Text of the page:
Michael Winterbottom, one of the co-directors, is a left-leaning Briton who has not worked in documentaries before, except for the docudrama “The Road to Guantanamo”, about the “Tipton Three”, three British Muslims captured by US forces in Afghanistan who spent two years as prisoners at Guantánamo Bay as alleged enemy combatants. He is also—unfortunately—responsible for “Welcome to Sarajevo”, a Serb-bashing affair that I reviewed here.

If I had the opportunity to interview Mr. Winterbottom, I would ask him whether he had ever considered NATO’s war on Yugoslavia in the same terms as he considered Pinochet’s coup. After all, the neo-liberal regime forced upon the poorer regions of the former Yugoslavia has followed the same dismal recipe described in his excellent documentary.

As a kind of experiment, three movies from this year’s Sundance Film Festival can be downloaded as video on-demand from your local cable provider such as Time-Warner or Direct TV. I recommend this film for people who are familiar with the sorry narrative of the past nearly 40 years, and especially to others who are first finding out about the unspeakable crimes of American foreign policy to this day, now being promoted by a candidate promising “change”.

Shock Doctrine trailer


  1. Despite this “sorry narrative” over the last 40 years I could never get my grad school sociology professor/mentor, an avowed DSAer, to concede that “foreign policy is an extension of domestic policy.”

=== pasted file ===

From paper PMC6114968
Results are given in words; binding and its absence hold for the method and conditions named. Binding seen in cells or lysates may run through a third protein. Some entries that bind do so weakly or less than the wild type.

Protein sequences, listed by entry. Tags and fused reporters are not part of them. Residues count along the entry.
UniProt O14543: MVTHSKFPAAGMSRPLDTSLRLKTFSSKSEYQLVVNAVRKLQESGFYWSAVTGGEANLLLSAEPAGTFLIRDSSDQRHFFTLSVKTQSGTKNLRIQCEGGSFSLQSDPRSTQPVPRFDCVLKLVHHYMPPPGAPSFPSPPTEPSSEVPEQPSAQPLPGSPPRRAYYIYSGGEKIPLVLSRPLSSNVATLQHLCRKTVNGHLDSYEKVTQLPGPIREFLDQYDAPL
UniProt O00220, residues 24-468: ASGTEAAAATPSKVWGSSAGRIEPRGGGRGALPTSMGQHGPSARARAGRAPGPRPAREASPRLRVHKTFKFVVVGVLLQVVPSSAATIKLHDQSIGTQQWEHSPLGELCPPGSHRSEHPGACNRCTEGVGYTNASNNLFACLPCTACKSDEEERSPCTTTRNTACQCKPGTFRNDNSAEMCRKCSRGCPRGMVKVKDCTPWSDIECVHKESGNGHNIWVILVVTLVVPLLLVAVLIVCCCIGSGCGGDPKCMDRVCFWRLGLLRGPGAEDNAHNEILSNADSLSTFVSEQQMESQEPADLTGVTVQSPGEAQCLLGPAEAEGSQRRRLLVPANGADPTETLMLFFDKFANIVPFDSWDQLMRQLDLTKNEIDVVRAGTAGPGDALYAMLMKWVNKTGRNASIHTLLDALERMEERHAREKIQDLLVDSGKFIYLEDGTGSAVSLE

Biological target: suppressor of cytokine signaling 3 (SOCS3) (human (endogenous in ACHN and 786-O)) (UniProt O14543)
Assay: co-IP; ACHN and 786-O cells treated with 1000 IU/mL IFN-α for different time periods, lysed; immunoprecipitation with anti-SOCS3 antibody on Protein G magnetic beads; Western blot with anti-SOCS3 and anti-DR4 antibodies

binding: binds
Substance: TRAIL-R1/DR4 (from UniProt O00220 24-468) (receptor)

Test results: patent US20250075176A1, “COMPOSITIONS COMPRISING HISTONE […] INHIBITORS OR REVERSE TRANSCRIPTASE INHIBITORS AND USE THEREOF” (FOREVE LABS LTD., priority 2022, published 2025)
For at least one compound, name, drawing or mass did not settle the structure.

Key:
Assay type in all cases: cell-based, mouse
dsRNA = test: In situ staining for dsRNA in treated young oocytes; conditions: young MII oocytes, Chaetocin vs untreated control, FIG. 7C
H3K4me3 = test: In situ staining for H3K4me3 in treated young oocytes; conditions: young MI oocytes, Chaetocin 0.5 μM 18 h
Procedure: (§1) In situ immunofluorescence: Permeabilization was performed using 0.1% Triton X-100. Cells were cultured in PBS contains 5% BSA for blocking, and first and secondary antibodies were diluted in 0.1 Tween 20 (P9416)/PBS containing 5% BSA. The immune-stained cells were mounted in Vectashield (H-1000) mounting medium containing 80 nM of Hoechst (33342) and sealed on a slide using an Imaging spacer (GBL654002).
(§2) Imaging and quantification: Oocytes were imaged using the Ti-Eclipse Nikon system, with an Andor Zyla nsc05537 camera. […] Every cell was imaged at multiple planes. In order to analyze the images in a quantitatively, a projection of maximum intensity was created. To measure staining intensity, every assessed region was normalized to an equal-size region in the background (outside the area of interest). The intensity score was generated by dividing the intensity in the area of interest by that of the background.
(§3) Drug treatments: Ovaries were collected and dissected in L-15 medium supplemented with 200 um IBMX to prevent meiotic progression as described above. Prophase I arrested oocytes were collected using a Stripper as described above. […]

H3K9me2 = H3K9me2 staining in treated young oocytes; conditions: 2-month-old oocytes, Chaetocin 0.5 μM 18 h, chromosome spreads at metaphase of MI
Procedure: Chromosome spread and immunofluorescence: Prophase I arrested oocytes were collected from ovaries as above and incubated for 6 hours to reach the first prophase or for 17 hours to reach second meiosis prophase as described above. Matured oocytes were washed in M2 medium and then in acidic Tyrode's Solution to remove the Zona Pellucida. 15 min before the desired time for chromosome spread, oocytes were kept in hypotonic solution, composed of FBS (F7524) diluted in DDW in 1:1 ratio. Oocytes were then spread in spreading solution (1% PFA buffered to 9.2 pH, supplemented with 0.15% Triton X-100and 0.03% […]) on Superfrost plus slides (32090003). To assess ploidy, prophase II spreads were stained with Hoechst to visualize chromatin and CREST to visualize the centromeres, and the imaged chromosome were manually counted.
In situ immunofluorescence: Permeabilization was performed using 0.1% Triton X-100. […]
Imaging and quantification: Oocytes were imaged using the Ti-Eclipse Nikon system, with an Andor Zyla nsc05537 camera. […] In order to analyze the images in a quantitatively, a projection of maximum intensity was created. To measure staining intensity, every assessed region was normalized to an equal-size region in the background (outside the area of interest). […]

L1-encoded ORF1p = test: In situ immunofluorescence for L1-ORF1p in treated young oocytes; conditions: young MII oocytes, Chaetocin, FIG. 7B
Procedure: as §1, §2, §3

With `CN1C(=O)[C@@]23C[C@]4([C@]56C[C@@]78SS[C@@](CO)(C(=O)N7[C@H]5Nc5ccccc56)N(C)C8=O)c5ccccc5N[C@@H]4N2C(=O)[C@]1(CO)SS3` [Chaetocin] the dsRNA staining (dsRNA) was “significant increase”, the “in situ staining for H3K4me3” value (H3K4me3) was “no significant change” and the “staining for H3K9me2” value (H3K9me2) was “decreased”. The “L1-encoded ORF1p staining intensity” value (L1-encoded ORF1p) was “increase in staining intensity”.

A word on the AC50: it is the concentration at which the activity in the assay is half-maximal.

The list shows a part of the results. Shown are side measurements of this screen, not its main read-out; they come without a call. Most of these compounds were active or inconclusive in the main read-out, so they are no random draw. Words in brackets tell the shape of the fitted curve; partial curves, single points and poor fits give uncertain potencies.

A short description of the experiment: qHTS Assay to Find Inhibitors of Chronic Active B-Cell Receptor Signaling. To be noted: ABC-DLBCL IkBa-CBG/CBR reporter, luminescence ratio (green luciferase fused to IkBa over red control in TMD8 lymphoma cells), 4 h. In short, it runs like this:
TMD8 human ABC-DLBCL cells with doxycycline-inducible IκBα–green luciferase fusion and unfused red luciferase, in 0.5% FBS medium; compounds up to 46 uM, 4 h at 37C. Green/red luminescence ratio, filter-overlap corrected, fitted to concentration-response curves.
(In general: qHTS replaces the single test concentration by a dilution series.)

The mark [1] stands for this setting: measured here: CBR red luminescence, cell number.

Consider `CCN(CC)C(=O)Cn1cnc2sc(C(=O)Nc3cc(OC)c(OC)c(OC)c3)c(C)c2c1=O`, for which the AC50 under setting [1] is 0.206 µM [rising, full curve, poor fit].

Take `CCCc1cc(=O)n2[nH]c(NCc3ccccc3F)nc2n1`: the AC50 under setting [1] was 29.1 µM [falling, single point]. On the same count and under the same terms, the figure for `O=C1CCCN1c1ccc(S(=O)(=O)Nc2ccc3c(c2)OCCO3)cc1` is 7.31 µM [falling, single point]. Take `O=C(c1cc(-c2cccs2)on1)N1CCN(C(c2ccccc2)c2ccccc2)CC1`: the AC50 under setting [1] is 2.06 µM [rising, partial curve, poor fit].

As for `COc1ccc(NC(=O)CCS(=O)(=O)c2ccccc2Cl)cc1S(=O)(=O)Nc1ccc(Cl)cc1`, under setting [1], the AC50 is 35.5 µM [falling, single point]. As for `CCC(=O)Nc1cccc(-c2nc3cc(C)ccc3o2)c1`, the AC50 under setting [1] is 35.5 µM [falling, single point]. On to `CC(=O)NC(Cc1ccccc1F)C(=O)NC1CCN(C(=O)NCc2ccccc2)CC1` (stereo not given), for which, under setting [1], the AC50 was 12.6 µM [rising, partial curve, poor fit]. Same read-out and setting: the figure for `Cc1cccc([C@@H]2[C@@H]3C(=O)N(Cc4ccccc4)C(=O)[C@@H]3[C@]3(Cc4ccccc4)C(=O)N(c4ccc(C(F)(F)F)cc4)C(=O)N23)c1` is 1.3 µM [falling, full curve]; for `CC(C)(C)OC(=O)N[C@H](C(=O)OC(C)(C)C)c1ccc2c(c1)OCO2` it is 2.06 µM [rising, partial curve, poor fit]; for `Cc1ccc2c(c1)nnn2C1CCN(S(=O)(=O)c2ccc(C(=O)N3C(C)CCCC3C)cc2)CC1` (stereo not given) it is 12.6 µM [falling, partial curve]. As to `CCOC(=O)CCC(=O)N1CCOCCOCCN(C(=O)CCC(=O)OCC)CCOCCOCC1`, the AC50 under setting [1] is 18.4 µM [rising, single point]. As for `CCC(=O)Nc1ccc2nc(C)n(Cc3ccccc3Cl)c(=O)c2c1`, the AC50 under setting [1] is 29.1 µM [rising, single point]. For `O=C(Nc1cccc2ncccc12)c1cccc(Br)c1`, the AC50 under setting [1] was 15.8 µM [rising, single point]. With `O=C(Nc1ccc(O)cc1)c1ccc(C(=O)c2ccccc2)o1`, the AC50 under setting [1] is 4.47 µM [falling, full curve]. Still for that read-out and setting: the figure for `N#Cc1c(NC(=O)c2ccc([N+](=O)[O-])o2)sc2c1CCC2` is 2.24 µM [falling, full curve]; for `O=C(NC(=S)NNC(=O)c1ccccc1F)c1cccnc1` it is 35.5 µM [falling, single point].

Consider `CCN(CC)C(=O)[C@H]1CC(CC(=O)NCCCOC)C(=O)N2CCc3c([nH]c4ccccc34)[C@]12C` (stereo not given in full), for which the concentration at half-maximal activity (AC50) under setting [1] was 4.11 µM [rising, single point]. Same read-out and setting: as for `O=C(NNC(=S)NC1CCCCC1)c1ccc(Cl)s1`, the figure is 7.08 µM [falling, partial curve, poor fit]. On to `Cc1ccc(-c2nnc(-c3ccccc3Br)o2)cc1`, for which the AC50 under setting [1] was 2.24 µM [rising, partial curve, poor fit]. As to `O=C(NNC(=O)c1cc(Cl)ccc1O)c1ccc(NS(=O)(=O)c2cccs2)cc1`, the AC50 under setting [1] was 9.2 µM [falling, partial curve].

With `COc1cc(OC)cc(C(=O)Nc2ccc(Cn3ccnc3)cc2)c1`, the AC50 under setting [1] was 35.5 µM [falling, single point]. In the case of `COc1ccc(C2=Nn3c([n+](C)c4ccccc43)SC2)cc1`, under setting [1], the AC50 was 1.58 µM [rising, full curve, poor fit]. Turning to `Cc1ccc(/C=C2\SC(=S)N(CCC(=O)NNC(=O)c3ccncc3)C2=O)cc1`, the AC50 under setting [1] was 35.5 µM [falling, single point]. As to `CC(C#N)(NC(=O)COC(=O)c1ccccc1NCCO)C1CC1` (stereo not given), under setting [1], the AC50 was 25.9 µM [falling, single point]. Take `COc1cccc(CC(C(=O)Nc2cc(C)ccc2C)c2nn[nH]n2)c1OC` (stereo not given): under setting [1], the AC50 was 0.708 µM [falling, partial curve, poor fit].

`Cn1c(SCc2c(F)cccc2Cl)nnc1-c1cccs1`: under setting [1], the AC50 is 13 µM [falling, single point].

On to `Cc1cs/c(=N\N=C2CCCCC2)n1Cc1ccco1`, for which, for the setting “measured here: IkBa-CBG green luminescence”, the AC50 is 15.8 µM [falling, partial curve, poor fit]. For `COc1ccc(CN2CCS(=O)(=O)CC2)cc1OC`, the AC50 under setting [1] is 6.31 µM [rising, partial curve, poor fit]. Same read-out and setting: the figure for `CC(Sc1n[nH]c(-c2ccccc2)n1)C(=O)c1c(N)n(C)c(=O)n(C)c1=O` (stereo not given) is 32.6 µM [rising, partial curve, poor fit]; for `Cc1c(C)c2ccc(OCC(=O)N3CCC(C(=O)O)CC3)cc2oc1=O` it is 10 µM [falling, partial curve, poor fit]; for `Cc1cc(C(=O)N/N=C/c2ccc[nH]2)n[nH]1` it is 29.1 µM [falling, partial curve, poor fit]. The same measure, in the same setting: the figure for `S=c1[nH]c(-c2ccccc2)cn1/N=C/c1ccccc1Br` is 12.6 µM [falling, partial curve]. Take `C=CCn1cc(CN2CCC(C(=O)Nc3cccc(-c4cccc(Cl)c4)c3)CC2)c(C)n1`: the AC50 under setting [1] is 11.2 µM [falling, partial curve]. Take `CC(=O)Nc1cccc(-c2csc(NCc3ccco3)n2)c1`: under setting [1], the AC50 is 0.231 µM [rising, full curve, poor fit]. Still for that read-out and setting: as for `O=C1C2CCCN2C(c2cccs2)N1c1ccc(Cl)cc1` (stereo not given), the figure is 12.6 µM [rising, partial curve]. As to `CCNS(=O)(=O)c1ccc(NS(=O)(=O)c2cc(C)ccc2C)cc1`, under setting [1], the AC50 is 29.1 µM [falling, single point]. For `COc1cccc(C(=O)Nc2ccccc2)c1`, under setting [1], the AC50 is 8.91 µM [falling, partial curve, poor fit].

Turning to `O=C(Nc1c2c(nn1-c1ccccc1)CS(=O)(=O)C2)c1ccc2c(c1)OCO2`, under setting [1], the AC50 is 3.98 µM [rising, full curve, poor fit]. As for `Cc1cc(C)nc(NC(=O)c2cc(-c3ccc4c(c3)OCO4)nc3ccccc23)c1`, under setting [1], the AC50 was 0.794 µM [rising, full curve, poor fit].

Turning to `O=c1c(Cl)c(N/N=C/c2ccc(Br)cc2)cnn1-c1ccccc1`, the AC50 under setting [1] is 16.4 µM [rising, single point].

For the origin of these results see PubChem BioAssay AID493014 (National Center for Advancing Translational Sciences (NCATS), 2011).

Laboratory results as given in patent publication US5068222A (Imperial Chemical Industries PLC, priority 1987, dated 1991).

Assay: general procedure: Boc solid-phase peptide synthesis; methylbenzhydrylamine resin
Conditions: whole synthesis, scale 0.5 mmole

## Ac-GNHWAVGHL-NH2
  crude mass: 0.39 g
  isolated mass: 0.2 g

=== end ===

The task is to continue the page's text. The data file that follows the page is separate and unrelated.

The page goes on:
When Chomsky visited the campus my prof raved about him & insisted I join him to hear this lecture on the “500 Year Reich”. Chomsky deftly explained to the 500 attendees that the USSR (which had just collapsed) was merely a pro-longed speed bump in the 500 Reich’s ability to crush all resistance in the North/South conflict; that historically the USSR represented the South; that all through the 3rd World (the South) there was no fanfare & glee over the Soviet’s demise because, of course, many in the South wished to emulate that planned economy; that when Chomsky toured North Africa a few months before the 1st Gulf War most of the kids in the streets wore t-shirts with sloagans like “Long Live Saddam Hussein”; that at the outset of that war Uncle Sam wound up carpet bombing tens of thousands of Iraqis hunkered down in the desert, virtually all Shia of them conscripts who would have glady overthrown Saddam if given a chance.

    During the Q & A at the end I asked Chomsky from the back of the auditorium would he agree that “US foreign policy is an extension of domestic policy” and he said: “Of course. It’s the same people making both policies!” It was truly one of the best political speeches I’ve ever heard.

    After the crowd dispersed and we were walking back to the Sociology Dept I asked my prof what he thought of the lecture and he said: “I think it was the worst speech I ever heard Chomsky give.”

    Comment by Karl Friedrich — January 29, 2010 @ 10:21 pm

  2. Yo, give the dude a link why doncha? Here it is


    Comment by Sheldon — January 31, 2010 @ 4:16 am

  3. Speaking of progressive Mormons, I was impressed by Rocky Anderson, the former mayor of SLC.

    Comment by m.c. — February 2, 2010 @ 5:56 pm